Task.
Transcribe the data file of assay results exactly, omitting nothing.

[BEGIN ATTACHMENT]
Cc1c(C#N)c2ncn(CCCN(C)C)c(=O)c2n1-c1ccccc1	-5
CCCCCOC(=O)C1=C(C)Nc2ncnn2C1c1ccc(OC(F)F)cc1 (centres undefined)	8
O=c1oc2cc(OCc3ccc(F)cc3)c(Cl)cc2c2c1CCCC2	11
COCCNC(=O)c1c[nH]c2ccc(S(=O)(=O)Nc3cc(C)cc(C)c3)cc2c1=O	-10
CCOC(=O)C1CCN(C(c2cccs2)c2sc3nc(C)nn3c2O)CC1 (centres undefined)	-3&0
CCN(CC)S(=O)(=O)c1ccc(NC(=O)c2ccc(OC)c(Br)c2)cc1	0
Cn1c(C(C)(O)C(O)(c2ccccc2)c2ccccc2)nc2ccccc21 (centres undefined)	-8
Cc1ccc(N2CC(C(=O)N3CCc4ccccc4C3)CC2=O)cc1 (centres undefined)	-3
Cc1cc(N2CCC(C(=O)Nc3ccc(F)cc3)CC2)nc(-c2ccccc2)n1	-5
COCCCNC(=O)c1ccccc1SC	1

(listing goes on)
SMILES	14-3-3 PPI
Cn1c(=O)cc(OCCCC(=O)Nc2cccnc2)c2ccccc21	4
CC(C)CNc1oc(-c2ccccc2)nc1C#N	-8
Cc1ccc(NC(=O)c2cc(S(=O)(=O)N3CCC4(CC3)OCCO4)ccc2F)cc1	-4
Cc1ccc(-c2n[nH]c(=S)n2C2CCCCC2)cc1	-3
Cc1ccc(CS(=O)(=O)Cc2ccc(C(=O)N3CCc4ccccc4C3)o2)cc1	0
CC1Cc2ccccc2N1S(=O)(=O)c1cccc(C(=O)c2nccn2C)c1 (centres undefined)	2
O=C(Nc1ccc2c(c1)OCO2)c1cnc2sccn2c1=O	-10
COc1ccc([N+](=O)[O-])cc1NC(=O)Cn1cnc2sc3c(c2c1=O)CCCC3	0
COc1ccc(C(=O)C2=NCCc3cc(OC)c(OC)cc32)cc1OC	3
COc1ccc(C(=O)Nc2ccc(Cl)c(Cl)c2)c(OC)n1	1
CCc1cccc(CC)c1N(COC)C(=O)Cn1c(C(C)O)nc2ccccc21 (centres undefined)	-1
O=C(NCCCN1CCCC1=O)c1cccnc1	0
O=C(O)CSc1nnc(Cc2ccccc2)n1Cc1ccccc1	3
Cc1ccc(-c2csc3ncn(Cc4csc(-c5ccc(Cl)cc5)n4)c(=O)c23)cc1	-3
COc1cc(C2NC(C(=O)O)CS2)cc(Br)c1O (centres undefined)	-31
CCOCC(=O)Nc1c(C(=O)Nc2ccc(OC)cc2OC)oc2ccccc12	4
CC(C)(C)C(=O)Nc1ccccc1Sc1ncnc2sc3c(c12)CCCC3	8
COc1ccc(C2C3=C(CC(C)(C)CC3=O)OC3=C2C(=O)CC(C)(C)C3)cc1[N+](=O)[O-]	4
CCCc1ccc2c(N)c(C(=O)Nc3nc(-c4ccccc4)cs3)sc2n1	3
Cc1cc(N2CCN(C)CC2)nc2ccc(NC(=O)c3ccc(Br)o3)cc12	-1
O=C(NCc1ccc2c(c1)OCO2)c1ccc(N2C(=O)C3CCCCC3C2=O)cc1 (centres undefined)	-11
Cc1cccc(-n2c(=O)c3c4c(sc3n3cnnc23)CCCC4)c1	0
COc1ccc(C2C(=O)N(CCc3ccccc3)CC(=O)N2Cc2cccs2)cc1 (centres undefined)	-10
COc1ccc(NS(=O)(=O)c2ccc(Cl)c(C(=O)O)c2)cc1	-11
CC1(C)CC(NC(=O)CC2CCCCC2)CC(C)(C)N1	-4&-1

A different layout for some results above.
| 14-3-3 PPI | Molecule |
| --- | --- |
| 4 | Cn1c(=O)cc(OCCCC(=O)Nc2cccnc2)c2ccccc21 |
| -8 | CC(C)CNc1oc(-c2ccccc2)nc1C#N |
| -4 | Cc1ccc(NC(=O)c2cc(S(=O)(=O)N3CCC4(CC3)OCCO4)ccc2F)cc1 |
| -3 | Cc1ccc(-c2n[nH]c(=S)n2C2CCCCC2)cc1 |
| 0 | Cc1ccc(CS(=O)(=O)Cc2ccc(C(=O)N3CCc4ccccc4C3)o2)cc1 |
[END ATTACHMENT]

Cc1c(C#N)c2ncn(CCCN(C)C)c(=O)c2n1-c1ccccc1	-5
CCCCCOC(=O)C1=C(C)Nc2ncnn2C1c1ccc(OC(F)F)cc1 (centres undefined)	8
O=c1oc2cc(OCc3ccc(F)cc3)c(Cl)cc2c2c1CCCC2	11
COCCNC(=O)c1c[nH]c2ccc(S(=O)(=O)Nc3cc(C)cc(C)c3)cc2c1=O	-10
CCOC(=O)C1CCN(C(c2cccs2)c2sc3nc(C)nn3c2O)CC1 (centres undefined)	-3&0
CCN(CC)S(=O)(=O)c1ccc(NC(=O)c2ccc(OC)c(Br)c2)cc1	0
Cn1c(C(C)(O)C(O)(c2ccccc2)c2ccccc2)nc2ccccc21 (centres undefined)	-8
Cc1ccc(N2CC(C(=O)N3CCc4ccccc4C3)CC2=O)cc1 (centres undefined)	-3
Cc1cc(N2CCC(C(=O)Nc3ccc(F)cc3)CC2)nc(-c2ccccc2)n1	-5
COCCCNC(=O)c1ccccc1SC	1

(listing goes on)
SMILES	14-3-3 PPI
Cn1c(=O)cc(OCCCC(=O)Nc2cccnc2)c2ccccc21	4
CC(C)CNc1oc(-c2ccccc2)nc1C#N	-8
Cc1ccc(NC(=O)c2cc(S(=O)(=O)N3CCC4(CC3)OCCO4)ccc2F)cc1	-4
Cc1ccc(-c2n[nH]c(=S)n2C2CCCCC2)cc1	-3
Cc1ccc(CS(=O)(=O)Cc2ccc(C(=O)N3CCc4ccccc4C3)o2)cc1	0
CC1Cc2ccccc2N1S(=O)(=O)c1cccc(C(=O)c2nccn2C)c1 (centres undefined)	2
O=C(Nc1ccc2c(c1)OCO2)c1cnc2sccn2c1=O	-10
COc1ccc([N+](=O)[O-])cc1NC(=O)Cn1cnc2sc3c(c2c1=O)CCCC3	0
COc1ccc(C(=O)C2=NCCc3cc(OC)c(OC)cc32)cc1OC	3
COc1ccc(C(=O)Nc2ccc(Cl)c(Cl)c2)c(OC)n1	1
CCc1cccc(CC)c1N(COC)C(=O)Cn1c(C(C)O)nc2ccccc21 (centres undefined)	-1
O=C(NCCCN1CCCC1=O)c1cccnc1	0
O=C(O)CSc1nnc(Cc2ccccc2)n1Cc1ccccc1	3
Cc1ccc(-c2csc3ncn(Cc4csc(-c5ccc(Cl)cc5)n4)c(=O)c23)cc1	-3
COc1cc(C2NC(C(=O)O)CS2)cc(Br)c1O (centres undefined)	-31
CCOCC(=O)Nc1c(C(=O)Nc2ccc(OC)cc2OC)oc2ccccc12	4
CC(C)(C)C(=O)Nc1ccccc1Sc1ncnc2sc3c(c12)CCCC3	8
COc1ccc(C2C3=C(CC(C)(C)CC3=O)OC3=C2C(=O)CC(C)(C)C3)cc1[N+](=O)[O-]	4
CCCc1ccc2c(N)c(C(=O)Nc3nc(-c4ccccc4)cs3)sc2n1	3
Cc1cc(N2CCN(C)CC2)nc2ccc(NC(=O)c3ccc(Br)o3)cc12	-1
O=C(NCc1ccc2c(c1)OCO2)c1ccc(N2C(=O)C3CCCCC3C2=O)cc1 (centres undefined)	-11
Cc1cccc(-n2c(=O)c3c4c(sc3n3cnnc23)CCCC4)c1	0
COc1ccc(C2C(=O)N(CCc3ccccc3)CC(=O)N2Cc2cccs2)cc1 (centres undefined)	-10
COc1ccc(NS(=O)(=O)c2ccc(Cl)c(C(=O)O)c2)cc1	-11
CC1(C)CC(NC(=O)CC2CCCCC2)CC(C)(C)N1	-4&-1

A different layout for some results above.
| 14-3-3 PPI | Molecule |
| --- | --- |
| 4 | Cn1c(=O)cc(OCCCC(=O)Nc2cccnc2)c2ccccc21 |
| -8 | CC(C)CNc1oc(-c2ccccc2)nc1C#N |
| -4 | Cc1ccc(NC(=O)c2cc(S(=O)(=O)N3CCC4(CC3)OCCO4)ccc2F)cc1 |
| -3 | Cc1ccc(-c2n[nH]c(=S)n2C2CCCCC2)cc1 |
| 0 | Cc1ccc(CS(=O)(=O)Cc2ccc(C(=O)N3CCc4ccccc4C3)o2)cc1 |